Mon | Jan 21, 2019

Skill learning concepts

Published:Tuesday | February 10, 2015 | 12:00 AM

CSEC PE Lecture - Jennifer Ellison-Brown

The quality of a performance is largely determined by how skilful the performer is.

Different skills are needed to perform and participate in different sport activities. The individual becomes familiar with these skills by practising, which eventually leads to mastering the skill. Once the skills have been mastered, they can be executed effectively, consistently, and efficiently within a competitive game or activity.

Therefore, we can define skill as the learned ability to choose and perform consistently the right techniques (basic patterns of movements) at the right time with maximum certainty and efficiency.

Types Of Skill

There are many different sports and an amazing variety of physical skills. Physical skills involve the movement of the body and are normally called motor skills.

Motor skills take time to learn and are the result of a series of mental and physical processes, developed through practice.

Some motor skills involve movement of a large group of muscles. These are known as gross motor skills, e.g., activities that use large blocks of muscles to produce powerful and skilful movement such as javelin throws.

Other motor skills involve the movement of small groups of muscles called fine motor skills, e.g., the action of the wrist movement in a badminton shot. Gross and fine motor skills need to be performed consistently for successful performance.

Motor skills can be divided into open and closed types. The division between open and close skills is based on the type of situation or environment in which the skills are used.

Open Skills

These are performed in situations which continually change, and the player has to keep adapting to the change as it happens. Successful performance depends on the players' ability to see what is going on; accurately interpret what is happening; anticipate and act in the right way at the right moment, e.g., intercepting passes; moving into position to receive passes, saving a goal, etc.

Closed Skills

These are performed in predictable and stable conditions. You have to try and produce the movement in the same way each time. Skills such as cartwheels in gymnastics and free shots in basketball are examples.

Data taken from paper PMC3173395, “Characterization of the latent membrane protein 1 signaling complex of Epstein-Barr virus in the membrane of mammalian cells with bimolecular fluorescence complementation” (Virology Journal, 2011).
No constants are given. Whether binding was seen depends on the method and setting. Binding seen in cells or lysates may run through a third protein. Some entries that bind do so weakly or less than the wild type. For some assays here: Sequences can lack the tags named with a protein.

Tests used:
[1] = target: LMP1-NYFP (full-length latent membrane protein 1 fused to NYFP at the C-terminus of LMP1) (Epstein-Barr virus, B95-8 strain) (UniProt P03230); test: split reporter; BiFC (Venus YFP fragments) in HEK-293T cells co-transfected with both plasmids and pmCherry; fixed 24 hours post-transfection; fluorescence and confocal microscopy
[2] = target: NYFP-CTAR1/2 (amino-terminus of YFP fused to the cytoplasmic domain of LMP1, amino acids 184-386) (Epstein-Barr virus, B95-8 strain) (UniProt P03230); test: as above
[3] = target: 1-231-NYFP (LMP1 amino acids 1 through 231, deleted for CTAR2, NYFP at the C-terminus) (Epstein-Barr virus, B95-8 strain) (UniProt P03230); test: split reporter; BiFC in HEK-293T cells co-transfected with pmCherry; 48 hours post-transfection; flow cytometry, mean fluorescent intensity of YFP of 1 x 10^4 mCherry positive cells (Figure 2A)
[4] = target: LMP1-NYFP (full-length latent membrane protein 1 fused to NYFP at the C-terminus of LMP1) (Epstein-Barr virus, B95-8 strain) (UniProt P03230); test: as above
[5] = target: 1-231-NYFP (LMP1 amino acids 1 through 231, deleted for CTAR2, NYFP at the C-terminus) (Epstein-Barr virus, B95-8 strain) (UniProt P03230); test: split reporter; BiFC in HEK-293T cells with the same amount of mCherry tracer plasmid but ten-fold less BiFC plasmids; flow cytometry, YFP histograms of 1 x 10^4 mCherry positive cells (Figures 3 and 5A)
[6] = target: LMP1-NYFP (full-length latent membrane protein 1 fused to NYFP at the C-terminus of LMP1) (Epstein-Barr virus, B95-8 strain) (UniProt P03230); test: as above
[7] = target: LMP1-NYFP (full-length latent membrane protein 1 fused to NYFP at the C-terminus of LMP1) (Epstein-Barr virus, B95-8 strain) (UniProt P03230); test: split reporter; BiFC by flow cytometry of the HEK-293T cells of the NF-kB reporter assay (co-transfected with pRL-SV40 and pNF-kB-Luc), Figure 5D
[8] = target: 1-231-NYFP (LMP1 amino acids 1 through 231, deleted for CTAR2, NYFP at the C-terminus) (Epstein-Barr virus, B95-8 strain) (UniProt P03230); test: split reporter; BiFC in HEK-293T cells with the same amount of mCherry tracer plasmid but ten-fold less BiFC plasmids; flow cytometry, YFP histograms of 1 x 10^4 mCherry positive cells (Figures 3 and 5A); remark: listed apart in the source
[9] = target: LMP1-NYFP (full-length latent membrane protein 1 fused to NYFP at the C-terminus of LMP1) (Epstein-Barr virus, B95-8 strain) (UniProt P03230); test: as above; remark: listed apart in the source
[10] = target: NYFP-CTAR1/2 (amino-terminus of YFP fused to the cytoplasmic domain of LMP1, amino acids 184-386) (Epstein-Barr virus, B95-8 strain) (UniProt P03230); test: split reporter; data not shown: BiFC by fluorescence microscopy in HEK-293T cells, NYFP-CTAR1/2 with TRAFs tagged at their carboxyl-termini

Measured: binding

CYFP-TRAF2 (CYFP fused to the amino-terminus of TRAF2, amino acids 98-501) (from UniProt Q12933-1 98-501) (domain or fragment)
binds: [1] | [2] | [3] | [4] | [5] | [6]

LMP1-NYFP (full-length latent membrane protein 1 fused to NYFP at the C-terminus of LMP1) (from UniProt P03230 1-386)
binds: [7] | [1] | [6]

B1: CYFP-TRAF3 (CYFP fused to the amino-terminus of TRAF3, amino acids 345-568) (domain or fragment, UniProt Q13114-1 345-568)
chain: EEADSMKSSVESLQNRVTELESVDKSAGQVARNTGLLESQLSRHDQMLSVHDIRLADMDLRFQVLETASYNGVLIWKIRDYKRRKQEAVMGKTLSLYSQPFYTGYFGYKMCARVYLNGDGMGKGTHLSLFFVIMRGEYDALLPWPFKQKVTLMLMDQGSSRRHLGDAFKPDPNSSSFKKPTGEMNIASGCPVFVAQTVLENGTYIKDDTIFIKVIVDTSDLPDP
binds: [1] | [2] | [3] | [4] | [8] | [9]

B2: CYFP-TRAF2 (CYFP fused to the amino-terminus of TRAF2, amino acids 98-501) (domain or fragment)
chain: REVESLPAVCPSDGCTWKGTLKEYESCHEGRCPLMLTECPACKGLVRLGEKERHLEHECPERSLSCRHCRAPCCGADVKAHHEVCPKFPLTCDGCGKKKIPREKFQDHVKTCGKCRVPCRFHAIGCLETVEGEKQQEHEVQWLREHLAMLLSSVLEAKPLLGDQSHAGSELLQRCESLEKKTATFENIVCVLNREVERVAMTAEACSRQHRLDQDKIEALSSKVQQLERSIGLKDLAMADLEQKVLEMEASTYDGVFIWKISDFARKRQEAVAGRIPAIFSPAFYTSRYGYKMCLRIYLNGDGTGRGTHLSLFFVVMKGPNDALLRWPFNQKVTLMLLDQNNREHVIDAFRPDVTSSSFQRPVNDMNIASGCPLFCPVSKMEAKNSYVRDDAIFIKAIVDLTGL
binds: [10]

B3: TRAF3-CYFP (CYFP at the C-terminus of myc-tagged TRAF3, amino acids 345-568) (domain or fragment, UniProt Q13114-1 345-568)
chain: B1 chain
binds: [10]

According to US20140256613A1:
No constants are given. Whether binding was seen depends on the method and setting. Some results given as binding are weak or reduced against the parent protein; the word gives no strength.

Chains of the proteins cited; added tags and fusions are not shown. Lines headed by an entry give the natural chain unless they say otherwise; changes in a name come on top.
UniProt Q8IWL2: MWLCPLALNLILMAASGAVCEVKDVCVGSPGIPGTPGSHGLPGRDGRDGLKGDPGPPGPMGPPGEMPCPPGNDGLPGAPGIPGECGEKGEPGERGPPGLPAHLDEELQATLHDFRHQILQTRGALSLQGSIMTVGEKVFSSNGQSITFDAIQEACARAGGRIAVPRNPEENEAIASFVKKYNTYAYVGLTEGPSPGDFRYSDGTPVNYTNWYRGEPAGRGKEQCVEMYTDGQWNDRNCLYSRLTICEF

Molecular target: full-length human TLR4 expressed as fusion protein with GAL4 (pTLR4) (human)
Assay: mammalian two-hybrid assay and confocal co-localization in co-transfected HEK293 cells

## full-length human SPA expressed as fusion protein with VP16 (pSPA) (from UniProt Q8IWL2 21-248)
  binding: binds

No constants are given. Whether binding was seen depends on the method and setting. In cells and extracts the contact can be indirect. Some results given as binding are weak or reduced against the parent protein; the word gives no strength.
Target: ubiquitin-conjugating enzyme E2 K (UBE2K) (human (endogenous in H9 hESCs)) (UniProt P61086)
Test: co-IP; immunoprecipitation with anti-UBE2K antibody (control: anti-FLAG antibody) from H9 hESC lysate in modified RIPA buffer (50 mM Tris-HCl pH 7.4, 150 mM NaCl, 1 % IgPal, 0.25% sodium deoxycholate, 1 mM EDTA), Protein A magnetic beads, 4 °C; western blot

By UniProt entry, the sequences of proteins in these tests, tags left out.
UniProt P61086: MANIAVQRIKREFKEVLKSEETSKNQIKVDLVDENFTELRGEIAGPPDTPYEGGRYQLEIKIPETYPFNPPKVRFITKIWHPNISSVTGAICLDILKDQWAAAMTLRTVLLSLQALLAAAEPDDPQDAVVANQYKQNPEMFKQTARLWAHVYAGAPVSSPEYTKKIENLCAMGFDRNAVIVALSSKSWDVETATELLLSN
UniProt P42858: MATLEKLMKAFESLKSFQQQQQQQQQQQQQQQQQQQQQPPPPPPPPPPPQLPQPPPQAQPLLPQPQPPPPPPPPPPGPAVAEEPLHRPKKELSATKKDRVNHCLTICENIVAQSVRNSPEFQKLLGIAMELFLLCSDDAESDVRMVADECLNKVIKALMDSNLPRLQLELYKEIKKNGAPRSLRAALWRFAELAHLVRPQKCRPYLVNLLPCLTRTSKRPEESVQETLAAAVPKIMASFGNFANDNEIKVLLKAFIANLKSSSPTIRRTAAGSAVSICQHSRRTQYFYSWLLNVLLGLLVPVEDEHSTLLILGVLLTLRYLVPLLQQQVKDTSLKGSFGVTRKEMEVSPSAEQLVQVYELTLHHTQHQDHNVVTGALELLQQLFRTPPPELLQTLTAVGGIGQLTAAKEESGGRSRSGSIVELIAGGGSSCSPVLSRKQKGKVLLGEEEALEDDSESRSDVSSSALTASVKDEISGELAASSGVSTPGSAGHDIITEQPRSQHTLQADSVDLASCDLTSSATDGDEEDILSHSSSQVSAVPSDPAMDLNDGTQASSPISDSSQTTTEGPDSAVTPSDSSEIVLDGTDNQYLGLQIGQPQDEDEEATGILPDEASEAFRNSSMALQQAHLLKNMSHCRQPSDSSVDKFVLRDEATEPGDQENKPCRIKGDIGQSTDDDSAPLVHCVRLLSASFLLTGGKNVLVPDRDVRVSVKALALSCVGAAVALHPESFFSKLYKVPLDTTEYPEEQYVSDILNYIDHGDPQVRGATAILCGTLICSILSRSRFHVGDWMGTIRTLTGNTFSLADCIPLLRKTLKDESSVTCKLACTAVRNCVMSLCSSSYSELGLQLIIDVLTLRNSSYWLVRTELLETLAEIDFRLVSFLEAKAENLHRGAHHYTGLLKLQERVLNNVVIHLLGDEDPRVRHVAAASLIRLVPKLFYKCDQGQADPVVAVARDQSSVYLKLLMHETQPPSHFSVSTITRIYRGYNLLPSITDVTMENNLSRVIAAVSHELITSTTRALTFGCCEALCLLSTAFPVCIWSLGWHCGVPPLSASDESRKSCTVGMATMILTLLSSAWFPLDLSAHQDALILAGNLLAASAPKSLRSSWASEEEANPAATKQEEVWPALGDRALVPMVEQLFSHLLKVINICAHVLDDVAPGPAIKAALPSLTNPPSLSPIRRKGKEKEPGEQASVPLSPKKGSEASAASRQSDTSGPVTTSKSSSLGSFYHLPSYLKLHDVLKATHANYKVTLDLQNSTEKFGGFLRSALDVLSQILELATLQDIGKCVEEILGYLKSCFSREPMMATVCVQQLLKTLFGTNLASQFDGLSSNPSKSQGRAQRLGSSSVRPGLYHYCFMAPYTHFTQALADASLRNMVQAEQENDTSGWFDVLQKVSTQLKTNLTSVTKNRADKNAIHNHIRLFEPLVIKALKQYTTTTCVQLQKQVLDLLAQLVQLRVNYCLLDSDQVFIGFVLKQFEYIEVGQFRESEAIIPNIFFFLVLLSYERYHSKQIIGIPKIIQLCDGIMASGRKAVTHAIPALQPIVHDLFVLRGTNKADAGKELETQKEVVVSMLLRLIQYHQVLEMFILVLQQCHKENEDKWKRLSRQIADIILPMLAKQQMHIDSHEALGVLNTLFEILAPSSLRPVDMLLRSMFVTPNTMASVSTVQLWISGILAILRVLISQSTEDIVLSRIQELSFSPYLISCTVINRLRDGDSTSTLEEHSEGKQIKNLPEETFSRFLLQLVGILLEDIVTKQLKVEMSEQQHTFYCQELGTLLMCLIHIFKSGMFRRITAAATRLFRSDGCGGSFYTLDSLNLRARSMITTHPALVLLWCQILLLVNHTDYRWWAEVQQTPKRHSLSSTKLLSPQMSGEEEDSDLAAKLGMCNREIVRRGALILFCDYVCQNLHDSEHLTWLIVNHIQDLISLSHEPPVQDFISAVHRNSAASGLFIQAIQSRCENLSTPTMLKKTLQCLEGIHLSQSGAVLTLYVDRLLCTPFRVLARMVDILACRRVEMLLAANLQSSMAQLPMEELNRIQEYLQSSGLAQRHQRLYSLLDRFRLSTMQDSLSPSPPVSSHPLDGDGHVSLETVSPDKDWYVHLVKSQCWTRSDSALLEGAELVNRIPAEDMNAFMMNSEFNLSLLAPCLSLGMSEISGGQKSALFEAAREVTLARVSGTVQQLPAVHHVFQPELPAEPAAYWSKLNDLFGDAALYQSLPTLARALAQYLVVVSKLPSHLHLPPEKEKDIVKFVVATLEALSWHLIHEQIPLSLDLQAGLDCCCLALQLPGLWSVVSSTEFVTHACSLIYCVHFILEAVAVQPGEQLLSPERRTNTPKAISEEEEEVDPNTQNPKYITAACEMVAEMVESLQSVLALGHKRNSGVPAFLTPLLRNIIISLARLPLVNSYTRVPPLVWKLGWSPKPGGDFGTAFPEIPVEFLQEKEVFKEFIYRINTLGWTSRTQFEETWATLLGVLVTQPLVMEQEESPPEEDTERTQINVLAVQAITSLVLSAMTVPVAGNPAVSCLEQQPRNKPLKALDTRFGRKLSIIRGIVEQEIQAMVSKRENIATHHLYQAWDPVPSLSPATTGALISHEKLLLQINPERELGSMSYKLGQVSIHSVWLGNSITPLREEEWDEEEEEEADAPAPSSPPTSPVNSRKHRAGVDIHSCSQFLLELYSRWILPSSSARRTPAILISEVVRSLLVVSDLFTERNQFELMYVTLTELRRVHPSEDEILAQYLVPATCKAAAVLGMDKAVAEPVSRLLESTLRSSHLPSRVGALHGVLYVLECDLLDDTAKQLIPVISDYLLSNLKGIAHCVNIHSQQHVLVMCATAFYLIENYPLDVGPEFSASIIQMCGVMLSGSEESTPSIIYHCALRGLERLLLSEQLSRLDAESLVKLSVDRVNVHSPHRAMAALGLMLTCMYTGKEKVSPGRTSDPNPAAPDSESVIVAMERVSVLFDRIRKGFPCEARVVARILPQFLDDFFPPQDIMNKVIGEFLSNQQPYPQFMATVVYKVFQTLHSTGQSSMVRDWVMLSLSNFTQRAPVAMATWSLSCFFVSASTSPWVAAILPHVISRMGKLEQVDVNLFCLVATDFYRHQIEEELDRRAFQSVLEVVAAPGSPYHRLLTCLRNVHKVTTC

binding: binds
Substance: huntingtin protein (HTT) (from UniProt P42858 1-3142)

Most motor skills and sports lie somewhere between open and closed and can be considered as being at either end of a continuous system or continuum. Between the two ends of the continuum are skills made up of both open and closed elements. A continuum is a line which allows for skills made up of open and closed elements to be shown.

All skills need to be practised under conditions as close as possible to those in which they are going to be performed in. Open skills need to be practised in situations which involve change. Closed skills needs to be practised in exactly the same way each time - repetitive, emphasising the same elements over and over. Skills with open and closed elements need both types of practice.

Phases of Skill Learning

The learning of a skill goes through phases. The length of each will depend on the difficulty of the skill, level of ability, and the amount of practice. The three distinct phases are the cognitive, the associative, and the autonomous.

Cognitive Phase

This is the beginners phase. The skill is new. Clear demonstrations, simple instructions, and practising are needed. Emphasis must be on technique and not outcome. Many errors, jerky performance, and inaccuracies will occur, however, praise for correct actions must be given.

Associative Phase

Techniques are learnt and the concentration is on practising the skill. Performance improves, fewer errors are made, and the individual begins to analyse movements and make corrections through internal (use of senses) and external (the coach) feedback.

Autonomous Phase

Expertise is developed and the skill is now performed automatically. The skill is now performed consistently, effectively, and efficiently. More concentration is on decision making concerning strategies and tactics, e.g., a tennis player concerned about where to play the best shot rather than the shot itself.

Knowing about the different phases helps coaches to plan training activities that match the development of each performer. It is important to learn the skill correctly as you move through the phases because bad habits in the cognitive or associative areas can be difficult to correct later.

Next week: Factors affecting performance.